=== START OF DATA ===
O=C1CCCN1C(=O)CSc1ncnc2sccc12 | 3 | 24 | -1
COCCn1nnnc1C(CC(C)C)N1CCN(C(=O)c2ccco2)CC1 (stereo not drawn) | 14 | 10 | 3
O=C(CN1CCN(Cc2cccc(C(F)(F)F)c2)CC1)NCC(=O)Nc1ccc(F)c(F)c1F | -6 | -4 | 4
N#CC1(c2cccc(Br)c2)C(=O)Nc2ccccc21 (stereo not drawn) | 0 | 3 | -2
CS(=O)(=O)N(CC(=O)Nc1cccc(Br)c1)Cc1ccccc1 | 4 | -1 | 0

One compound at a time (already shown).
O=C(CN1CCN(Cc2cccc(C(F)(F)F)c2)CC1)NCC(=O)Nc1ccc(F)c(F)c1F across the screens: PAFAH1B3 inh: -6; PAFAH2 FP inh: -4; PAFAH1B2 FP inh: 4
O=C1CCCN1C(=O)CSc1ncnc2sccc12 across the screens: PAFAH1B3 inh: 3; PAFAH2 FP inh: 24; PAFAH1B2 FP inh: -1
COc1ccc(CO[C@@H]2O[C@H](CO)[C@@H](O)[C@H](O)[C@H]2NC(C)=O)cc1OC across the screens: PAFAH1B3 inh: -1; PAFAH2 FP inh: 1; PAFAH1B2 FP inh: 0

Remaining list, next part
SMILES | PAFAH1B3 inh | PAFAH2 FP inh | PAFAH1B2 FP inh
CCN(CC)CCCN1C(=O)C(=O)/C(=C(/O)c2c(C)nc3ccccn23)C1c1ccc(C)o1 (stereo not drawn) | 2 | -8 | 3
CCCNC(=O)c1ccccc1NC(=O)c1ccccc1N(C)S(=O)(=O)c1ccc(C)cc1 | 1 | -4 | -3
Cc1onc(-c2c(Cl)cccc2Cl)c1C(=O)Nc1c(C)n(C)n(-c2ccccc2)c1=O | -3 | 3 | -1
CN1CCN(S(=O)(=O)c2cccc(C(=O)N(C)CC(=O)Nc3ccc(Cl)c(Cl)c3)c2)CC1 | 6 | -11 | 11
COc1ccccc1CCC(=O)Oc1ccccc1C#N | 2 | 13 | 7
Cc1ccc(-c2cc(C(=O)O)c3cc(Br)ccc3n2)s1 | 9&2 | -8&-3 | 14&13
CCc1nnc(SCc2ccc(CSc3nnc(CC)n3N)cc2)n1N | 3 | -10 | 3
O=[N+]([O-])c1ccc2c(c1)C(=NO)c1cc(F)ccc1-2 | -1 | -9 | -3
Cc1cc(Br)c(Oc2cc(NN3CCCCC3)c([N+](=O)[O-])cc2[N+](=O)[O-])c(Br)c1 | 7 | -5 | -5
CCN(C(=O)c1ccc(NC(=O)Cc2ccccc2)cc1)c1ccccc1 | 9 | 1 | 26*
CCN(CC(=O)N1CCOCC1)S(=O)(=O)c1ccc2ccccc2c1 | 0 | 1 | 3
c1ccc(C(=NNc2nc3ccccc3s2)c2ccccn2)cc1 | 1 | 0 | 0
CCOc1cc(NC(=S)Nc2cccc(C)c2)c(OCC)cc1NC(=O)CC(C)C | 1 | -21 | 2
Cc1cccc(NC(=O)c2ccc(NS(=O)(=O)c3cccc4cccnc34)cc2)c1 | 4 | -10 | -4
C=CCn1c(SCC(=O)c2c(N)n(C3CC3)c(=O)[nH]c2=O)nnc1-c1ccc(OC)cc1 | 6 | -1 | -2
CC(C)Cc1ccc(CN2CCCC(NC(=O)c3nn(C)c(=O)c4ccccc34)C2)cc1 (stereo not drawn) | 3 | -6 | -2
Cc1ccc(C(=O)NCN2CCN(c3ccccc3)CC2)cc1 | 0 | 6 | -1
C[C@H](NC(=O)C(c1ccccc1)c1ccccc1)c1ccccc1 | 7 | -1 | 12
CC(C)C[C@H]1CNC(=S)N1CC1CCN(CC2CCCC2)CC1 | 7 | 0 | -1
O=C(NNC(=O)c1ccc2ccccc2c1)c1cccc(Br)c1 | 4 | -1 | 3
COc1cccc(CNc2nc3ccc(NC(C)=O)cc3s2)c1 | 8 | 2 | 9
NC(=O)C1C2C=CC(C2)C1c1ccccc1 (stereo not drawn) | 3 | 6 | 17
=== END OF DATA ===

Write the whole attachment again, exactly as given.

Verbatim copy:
O=C1CCCN1C(=O)CSc1ncnc2sccc12 | 3 | 24 | -1
COCCn1nnnc1C(CC(C)C)N1CCN(C(=O)c2ccco2)CC1 (stereo not drawn) | 14 | 10 | 3
O=C(CN1CCN(Cc2cccc(C(F)(F)F)c2)CC1)NCC(=O)Nc1ccc(F)c(F)c1F | -6 | -4 | 4
N#CC1(c2cccc(Br)c2)C(=O)Nc2ccccc21 (stereo not drawn) | 0 | 3 | -2
CS(=O)(=O)N(CC(=O)Nc1cccc(Br)c1)Cc1ccccc1 | 4 | -1 | 0

One compound at a time (already shown).
O=C(CN1CCN(Cc2cccc(C(F)(F)F)c2)CC1)NCC(=O)Nc1ccc(F)c(F)c1F across the screens: PAFAH1B3 inh: -6; PAFAH2 FP inh: -4; PAFAH1B2 FP inh: 4
O=C1CCCN1C(=O)CSc1ncnc2sccc12 across the screens: PAFAH1B3 inh: 3; PAFAH2 FP inh: 24; PAFAH1B2 FP inh: -1
COc1ccc(CO[C@@H]2O[C@H](CO)[C@@H](O)[C@H](O)[C@H]2NC(C)=O)cc1OC across the screens: PAFAH1B3 inh: -1; PAFAH2 FP inh: 1; PAFAH1B2 FP inh: 0

Remaining list, next part
SMILES | PAFAH1B3 inh | PAFAH2 FP inh | PAFAH1B2 FP inh
CCN(CC)CCCN1C(=O)C(=O)/C(=C(/O)c2c(C)nc3ccccn23)C1c1ccc(C)o1 (stereo not drawn) | 2 | -8 | 3
CCCNC(=O)c1ccccc1NC(=O)c1ccccc1N(C)S(=O)(=O)c1ccc(C)cc1 | 1 | -4 | -3
Cc1onc(-c2c(Cl)cccc2Cl)c1C(=O)Nc1c(C)n(C)n(-c2ccccc2)c1=O | -3 | 3 | -1
CN1CCN(S(=O)(=O)c2cccc(C(=O)N(C)CC(=O)Nc3ccc(Cl)c(Cl)c3)c2)CC1 | 6 | -11 | 11
COc1ccccc1CCC(=O)Oc1ccccc1C#N | 2 | 13 | 7
Cc1ccc(-c2cc(C(=O)O)c3cc(Br)ccc3n2)s1 | 9&2 | -8&-3 | 14&13
CCc1nnc(SCc2ccc(CSc3nnc(CC)n3N)cc2)n1N | 3 | -10 | 3
O=[N+]([O-])c1ccc2c(c1)C(=NO)c1cc(F)ccc1-2 | -1 | -9 | -3
Cc1cc(Br)c(Oc2cc(NN3CCCCC3)c([N+](=O)[O-])cc2[N+](=O)[O-])c(Br)c1 | 7 | -5 | -5
CCN(C(=O)c1ccc(NC(=O)Cc2ccccc2)cc1)c1ccccc1 | 9 | 1 | 26*
CCN(CC(=O)N1CCOCC1)S(=O)(=O)c1ccc2ccccc2c1 | 0 | 1 | 3
c1ccc(C(=NNc2nc3ccccc3s2)c2ccccn2)cc1 | 1 | 0 | 0
CCOc1cc(NC(=S)Nc2cccc(C)c2)c(OCC)cc1NC(=O)CC(C)C | 1 | -21 | 2
Cc1cccc(NC(=O)c2ccc(NS(=O)(=O)c3cccc4cccnc34)cc2)c1 | 4 | -10 | -4
C=CCn1c(SCC(=O)c2c(N)n(C3CC3)c(=O)[nH]c2=O)nnc1-c1ccc(OC)cc1 | 6 | -1 | -2
CC(C)Cc1ccc(CN2CCCC(NC(=O)c3nn(C)c(=O)c4ccccc34)C2)cc1 (stereo not drawn) | 3 | -6 | -2
Cc1ccc(C(=O)NCN2CCN(c3ccccc3)CC2)cc1 | 0 | 6 | -1
C[C@H](NC(=O)C(c1ccccc1)c1ccccc1)c1ccccc1 | 7 | -1 | 12
CC(C)C[C@H]1CNC(=S)N1CC1CCN(CC2CCCC2)CC1 | 7 | 0 | -1
O=C(NNC(=O)c1ccc2ccccc2c1)c1cccc(Br)c1 | 4 | -1 | 3
COc1cccc(CNc2nc3ccc(NC(C)=O)cc3s2)c1 | 8 | 2 | 9
NC(=O)C1C2C=CC(C2)C1c1ccccc1 (stereo not drawn) | 3 | 6 | 17